And while the action is the flashy cover story here, it actually buries the lede of the stealthy little trick this episode truly pulls off — that it finally delivers on the original premise of the pilot. There’s a reason this is remembered as the episode that launched a thousand concepts while “Contemporary American Poultry” is not. As formally bold as that episode was, its actual story didn’t do anything, plotwise, to its characters that couldn’t be undone. All this apocalyptic action business turns out to be a smokescreen obscuring the moment where Britta and Jeff finally act on their mutual attraction and sleep together, right in the middle of the Paintball Assassin game. The moment manages to feel exactly right without seeming entirely predictable. i don’t know that any show has ever paid off its will they/won’t they setup in such dazzlingly unexpected fashion.

As wild as the episode still is, even in the wake of ever more challenging experiments, this emphasis on the Jeff and Britta dynamic, starting from scene one, gives it a refreshingly back-to-basics quality. While it may be true that there’s really only one plotline and most of the supporting characters don’t get a whole lot to do within it, the episode’s strict adherence to the conventions of action cinema turns this ostensible flaw into a feature, not a bug. Gradually narrowing the focus down to one conflict, and one character pairing, as the campus descends further into chaos, gives this arc a finale-like sense of urgency that the rest of the first season never manages to recapture. It also generates a sense that this series can literally go anywhere from here — with the pilot paid off, and all the creative promise of the series seemingly fulfilled, we are now in truly uncharted territory. What will follow is some of the weirdest, silliest, most frustrating, and ultimately, most rewarding narrative work ever put on network television. While opinions may differ on what the actual “best” episode of Community is, there’s no question that “Modern Warfare” still occupies a truly unique place in its history.

And now i’m about to say something that i can’t believe i’m about to say. If you are at all curious about Community and you’ve never seen it, because you’re not sure whether this show is for you, and you don’t have a whole lot of time to devote to a full watch-through — go ahead and check out the pilot, then watch “Modern Warfare”. That will tell you everything you need to know. i give you permission to cherrypick. Goddammit, i can’t believe i just said that. Normally i loathe this kind of a la carte approach to watching shows5. Alright, let me distance myself from that earlier statement a little. Watching these two episodes back-to-back will give you a sense of the show’s overarching story, as well as how much the initial premise develops over time. Without watching the 21 episodes in between, you will miss out on a LOT of fun ensemble stuff and great worldbuilding, as well as some amazing jokes and setpieces. But if all you’re looking for is the bare-bones essentials, these episodes will basically give you the gist. If, and only if, you meet the exact specific criteria listed above, then i encourage you to experience the show this way — that is, assuming the alternative is not watching the show at all. Just be warned that if you take me up on this challenge, one of two things is might happen: either you’ll dip out, having learned that this show isn’t for you, or you’ll be hooked for life.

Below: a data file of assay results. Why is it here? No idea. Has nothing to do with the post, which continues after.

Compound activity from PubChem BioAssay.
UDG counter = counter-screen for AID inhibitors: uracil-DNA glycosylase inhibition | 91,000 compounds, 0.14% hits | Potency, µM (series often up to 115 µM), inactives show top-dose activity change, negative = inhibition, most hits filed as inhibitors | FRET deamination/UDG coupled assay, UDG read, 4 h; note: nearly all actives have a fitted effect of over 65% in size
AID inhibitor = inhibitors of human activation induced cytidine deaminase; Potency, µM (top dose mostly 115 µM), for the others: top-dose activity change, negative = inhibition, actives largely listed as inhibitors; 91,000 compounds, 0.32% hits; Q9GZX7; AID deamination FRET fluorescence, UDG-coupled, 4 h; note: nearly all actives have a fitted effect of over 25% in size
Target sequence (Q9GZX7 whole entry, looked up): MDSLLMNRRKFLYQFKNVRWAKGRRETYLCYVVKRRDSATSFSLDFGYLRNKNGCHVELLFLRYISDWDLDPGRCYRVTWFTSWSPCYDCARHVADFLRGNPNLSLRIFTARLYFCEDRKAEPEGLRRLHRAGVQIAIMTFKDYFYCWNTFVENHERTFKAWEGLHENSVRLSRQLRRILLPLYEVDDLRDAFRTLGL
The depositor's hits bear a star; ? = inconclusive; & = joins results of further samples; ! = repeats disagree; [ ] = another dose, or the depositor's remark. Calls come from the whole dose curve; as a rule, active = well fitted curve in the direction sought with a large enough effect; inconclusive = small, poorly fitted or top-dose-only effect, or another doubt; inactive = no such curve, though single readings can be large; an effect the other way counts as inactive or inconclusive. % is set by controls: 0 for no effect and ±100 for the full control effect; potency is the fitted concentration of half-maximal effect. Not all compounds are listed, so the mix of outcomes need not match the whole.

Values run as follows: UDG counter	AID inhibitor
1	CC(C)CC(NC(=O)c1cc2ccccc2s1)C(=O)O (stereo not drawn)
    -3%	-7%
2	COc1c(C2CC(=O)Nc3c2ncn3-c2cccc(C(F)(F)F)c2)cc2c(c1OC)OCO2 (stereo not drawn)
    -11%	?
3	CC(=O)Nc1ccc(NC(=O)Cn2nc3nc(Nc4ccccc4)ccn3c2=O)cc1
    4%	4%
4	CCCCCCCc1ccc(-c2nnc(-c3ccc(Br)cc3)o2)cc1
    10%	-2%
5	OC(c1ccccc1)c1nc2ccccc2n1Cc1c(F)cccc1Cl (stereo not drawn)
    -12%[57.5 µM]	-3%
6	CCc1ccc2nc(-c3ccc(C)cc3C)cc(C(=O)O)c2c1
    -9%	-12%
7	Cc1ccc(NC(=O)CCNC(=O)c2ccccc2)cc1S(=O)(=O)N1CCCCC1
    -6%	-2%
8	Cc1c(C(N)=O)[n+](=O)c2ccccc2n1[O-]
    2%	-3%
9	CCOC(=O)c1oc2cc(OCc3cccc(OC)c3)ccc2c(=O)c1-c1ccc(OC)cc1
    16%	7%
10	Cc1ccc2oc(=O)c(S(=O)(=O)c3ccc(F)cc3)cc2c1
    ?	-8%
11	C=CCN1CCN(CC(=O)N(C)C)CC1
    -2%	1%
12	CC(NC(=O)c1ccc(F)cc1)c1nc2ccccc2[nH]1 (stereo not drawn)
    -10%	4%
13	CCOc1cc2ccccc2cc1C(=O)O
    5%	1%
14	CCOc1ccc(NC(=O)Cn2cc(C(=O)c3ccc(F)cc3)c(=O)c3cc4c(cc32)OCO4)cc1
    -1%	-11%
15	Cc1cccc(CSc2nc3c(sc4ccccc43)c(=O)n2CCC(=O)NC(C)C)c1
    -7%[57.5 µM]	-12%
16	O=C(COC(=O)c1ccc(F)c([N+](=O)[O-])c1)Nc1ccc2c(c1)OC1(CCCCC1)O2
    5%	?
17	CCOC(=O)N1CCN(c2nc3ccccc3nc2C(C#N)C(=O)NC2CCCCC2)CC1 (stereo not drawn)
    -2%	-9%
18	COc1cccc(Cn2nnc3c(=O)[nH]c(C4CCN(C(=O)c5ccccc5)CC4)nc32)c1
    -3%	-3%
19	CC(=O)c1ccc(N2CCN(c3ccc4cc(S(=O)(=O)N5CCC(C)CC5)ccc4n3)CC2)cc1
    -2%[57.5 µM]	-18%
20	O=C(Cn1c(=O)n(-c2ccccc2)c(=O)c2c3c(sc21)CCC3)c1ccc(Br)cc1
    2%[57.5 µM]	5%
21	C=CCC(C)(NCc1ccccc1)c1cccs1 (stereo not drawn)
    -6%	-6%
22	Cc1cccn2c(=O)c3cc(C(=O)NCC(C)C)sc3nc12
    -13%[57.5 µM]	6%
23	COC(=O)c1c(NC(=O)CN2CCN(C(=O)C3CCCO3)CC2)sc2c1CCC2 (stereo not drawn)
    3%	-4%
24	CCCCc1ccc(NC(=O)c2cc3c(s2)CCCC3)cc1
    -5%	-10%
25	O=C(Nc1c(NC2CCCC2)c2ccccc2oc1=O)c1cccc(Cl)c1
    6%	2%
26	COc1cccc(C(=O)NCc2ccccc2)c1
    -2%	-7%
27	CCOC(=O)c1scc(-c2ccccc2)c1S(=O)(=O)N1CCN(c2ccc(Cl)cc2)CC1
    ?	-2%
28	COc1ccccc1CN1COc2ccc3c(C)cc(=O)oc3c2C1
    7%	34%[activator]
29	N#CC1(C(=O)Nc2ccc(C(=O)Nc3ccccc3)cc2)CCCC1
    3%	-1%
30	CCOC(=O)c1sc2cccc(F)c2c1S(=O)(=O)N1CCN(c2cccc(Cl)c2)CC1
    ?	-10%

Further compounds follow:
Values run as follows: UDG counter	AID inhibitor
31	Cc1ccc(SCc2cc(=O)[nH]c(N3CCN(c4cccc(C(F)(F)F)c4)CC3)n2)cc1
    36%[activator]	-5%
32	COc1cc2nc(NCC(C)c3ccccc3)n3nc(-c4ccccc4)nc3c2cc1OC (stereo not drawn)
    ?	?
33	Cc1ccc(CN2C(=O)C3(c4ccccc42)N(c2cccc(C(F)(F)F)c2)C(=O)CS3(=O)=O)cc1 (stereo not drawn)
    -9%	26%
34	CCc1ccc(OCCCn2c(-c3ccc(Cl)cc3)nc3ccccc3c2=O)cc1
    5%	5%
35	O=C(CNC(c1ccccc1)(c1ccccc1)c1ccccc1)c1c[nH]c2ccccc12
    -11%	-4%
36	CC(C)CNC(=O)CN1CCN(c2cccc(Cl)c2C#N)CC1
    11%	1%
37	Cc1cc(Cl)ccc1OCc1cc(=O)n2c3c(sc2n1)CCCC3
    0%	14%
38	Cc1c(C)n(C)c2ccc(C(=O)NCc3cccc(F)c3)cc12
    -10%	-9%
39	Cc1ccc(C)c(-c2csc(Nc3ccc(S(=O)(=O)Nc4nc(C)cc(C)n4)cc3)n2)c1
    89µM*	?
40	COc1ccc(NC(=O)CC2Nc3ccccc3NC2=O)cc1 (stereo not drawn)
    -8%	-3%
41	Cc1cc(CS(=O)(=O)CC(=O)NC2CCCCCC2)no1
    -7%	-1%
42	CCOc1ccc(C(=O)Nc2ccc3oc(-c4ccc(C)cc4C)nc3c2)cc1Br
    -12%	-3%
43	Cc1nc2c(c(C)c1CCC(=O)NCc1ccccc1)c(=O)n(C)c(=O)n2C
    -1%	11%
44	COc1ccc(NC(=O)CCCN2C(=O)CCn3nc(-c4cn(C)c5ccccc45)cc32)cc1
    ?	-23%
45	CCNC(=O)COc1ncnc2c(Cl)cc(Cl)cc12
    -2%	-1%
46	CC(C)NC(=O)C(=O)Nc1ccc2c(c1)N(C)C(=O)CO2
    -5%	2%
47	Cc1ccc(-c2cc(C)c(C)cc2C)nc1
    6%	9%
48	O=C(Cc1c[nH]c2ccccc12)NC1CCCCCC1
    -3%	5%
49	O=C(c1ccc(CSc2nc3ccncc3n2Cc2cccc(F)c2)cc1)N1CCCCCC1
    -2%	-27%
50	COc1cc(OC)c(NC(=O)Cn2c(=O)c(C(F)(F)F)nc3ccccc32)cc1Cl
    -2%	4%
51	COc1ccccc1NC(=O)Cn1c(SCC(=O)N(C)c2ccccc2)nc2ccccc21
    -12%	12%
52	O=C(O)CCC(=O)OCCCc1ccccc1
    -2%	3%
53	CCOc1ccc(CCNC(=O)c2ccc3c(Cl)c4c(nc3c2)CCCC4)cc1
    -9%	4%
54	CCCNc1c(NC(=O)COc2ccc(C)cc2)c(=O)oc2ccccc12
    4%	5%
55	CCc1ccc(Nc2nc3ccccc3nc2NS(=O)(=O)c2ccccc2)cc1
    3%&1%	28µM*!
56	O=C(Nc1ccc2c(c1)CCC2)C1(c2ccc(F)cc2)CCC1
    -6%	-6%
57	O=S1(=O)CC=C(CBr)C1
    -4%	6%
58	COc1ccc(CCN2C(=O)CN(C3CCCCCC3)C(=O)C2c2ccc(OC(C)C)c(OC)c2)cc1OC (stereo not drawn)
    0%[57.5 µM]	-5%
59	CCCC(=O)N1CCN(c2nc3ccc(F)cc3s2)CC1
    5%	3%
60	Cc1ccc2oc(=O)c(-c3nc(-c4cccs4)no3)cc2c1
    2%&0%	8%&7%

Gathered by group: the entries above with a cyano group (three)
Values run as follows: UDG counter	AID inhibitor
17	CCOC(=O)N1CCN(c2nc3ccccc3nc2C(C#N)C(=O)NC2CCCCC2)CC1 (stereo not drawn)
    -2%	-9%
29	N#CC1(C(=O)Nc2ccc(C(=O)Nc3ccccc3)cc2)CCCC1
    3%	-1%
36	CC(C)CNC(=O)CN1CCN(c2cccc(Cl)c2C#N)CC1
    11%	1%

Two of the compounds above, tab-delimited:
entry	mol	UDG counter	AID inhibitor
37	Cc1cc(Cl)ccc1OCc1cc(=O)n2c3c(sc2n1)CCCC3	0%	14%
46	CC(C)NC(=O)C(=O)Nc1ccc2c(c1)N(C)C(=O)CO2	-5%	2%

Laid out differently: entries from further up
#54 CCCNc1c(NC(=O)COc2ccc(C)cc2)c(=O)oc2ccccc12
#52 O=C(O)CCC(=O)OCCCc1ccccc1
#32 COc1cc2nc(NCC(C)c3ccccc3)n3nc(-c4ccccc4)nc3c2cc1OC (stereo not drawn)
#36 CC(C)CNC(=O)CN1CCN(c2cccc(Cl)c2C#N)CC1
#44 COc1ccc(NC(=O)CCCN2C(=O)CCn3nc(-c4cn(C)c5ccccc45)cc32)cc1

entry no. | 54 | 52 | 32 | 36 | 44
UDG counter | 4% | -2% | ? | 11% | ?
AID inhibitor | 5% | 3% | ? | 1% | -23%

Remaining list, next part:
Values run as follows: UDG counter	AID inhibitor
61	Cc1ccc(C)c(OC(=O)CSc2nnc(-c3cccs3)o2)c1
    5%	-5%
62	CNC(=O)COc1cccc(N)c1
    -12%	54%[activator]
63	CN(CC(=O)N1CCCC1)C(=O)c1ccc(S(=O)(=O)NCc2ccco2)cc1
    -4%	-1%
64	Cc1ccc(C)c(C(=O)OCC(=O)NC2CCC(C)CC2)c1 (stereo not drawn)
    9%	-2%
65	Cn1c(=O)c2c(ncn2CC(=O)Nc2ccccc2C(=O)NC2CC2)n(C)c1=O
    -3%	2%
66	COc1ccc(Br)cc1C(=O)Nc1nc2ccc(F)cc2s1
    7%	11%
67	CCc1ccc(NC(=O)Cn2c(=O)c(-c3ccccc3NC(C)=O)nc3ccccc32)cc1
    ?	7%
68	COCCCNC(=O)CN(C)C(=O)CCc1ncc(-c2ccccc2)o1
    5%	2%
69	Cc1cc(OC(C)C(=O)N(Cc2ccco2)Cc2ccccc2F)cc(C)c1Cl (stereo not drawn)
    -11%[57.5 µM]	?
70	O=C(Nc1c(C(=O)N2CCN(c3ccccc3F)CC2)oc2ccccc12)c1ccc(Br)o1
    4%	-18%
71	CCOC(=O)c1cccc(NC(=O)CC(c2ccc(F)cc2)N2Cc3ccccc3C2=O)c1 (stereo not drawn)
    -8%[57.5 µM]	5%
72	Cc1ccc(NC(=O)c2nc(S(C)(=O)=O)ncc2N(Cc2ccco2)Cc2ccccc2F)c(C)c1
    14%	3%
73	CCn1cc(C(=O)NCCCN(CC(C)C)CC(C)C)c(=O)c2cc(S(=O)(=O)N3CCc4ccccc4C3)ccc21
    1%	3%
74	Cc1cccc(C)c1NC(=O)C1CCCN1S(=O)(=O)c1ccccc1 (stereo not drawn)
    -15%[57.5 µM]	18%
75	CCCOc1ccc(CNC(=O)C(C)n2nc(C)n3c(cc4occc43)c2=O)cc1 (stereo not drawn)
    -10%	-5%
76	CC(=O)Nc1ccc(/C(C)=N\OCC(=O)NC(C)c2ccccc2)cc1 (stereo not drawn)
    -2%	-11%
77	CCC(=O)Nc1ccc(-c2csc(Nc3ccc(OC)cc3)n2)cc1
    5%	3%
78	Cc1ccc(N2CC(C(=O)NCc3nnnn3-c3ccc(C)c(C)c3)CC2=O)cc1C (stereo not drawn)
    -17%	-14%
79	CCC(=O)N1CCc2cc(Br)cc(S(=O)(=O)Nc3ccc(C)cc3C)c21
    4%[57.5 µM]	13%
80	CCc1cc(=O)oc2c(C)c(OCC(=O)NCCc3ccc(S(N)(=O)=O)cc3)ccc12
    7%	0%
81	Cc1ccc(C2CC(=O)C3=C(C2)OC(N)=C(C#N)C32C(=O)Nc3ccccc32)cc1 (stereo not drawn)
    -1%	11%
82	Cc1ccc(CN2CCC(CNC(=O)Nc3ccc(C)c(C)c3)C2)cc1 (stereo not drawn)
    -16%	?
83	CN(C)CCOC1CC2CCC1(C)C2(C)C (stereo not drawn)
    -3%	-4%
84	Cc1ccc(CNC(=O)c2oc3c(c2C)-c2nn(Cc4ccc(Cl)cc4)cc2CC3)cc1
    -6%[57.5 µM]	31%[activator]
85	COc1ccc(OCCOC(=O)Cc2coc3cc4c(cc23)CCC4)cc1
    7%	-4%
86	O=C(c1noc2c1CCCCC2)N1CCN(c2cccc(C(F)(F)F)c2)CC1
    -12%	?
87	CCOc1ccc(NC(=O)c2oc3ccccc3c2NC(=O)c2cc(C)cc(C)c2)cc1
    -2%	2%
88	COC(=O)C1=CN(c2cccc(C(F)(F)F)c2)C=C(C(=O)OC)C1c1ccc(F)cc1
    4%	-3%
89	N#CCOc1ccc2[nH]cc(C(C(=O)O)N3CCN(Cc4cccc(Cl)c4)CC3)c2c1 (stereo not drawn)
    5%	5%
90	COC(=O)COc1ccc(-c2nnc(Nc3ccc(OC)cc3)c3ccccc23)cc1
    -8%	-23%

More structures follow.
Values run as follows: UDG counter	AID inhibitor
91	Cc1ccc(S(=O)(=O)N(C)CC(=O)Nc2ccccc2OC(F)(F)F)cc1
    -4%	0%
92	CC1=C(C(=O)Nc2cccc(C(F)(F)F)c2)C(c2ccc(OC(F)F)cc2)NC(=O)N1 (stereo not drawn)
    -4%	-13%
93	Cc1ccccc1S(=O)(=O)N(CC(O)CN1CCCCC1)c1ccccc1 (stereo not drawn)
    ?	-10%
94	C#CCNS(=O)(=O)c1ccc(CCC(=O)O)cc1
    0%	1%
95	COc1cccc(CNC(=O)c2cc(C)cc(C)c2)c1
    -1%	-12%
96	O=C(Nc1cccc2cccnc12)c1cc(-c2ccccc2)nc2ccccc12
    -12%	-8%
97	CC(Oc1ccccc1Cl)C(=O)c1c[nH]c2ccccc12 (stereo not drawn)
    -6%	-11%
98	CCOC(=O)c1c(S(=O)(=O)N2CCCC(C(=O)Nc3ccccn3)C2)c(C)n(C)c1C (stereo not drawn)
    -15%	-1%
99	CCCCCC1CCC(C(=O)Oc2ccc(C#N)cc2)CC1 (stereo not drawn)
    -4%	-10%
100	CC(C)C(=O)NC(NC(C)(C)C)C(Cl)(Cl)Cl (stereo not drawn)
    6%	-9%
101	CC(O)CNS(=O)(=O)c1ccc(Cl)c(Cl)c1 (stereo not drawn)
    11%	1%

⁃ End tag: Troy and Jeff are in the study room. Troy repeatedly attempts to strike the right tone when leaving Abed a voicemail, until Jeff loses patience and delivers a curt, disparaging version of it. Then Jeff realizes he went too far and tries it Troy’s way. This one could’ve come from any random episode and i love it for that

⁃ This episode is written by Emily Cutler, who also penned “Contemporary American Poultry”. For someone who played such a big part of bringing Community’s visions of parody to life, thereby shaping its legacy, it’s unfortunate she only got to write a few more episodes in season 2, none of them parody episodes, before leaving

⁃ Justin Lin’s Hollywood career has been a bit hit-or-miss overall, but Better Luck Tomorrow is worth checking out, especially for all you Han fans

⁃ Seriously, what IS the best Community episode? i find this question impossible to answer definitively, but a few strong candidates come to mind. i’m especially fond of a certain run in season 2 which i hope to talk about here soon

LEONARD: What it is, soul brother!

ABED: To be blunt, Jeff and Britta is no Ross and Rachel. Your sexual tension and lack of chemistry are putting us all on edge, which is why ironically, and hear this on every level — you’re keeping us from being friends

SHIRLEY: Aww, like Sam and Diane! i hated Sam and Diane

PIERCE: Want my advice? Pork her and move on. We did it all the time in my day

DEAN: There is also going to be a game of Paintball Assassin, with a prize for last man standing. Or last man in a wheelchair with no paint on him

PIERCE: …He said, fully erect

JEFF: And tell the Drama Club their tears will be real today

SHIRLEY: Troy made God mad!

ANNIE (as the Glee Club sings “Hit Me With Your Best Shot”): Oh, brother. That is SO uninspired!

JEFF: Write some original songs!

JEFF: It’s blood. i thought it was paint, but i’m just bleeding. Talk about luck

JEFF: Now the bad news is, for legal purposes, next semester if anybody asks, you have gout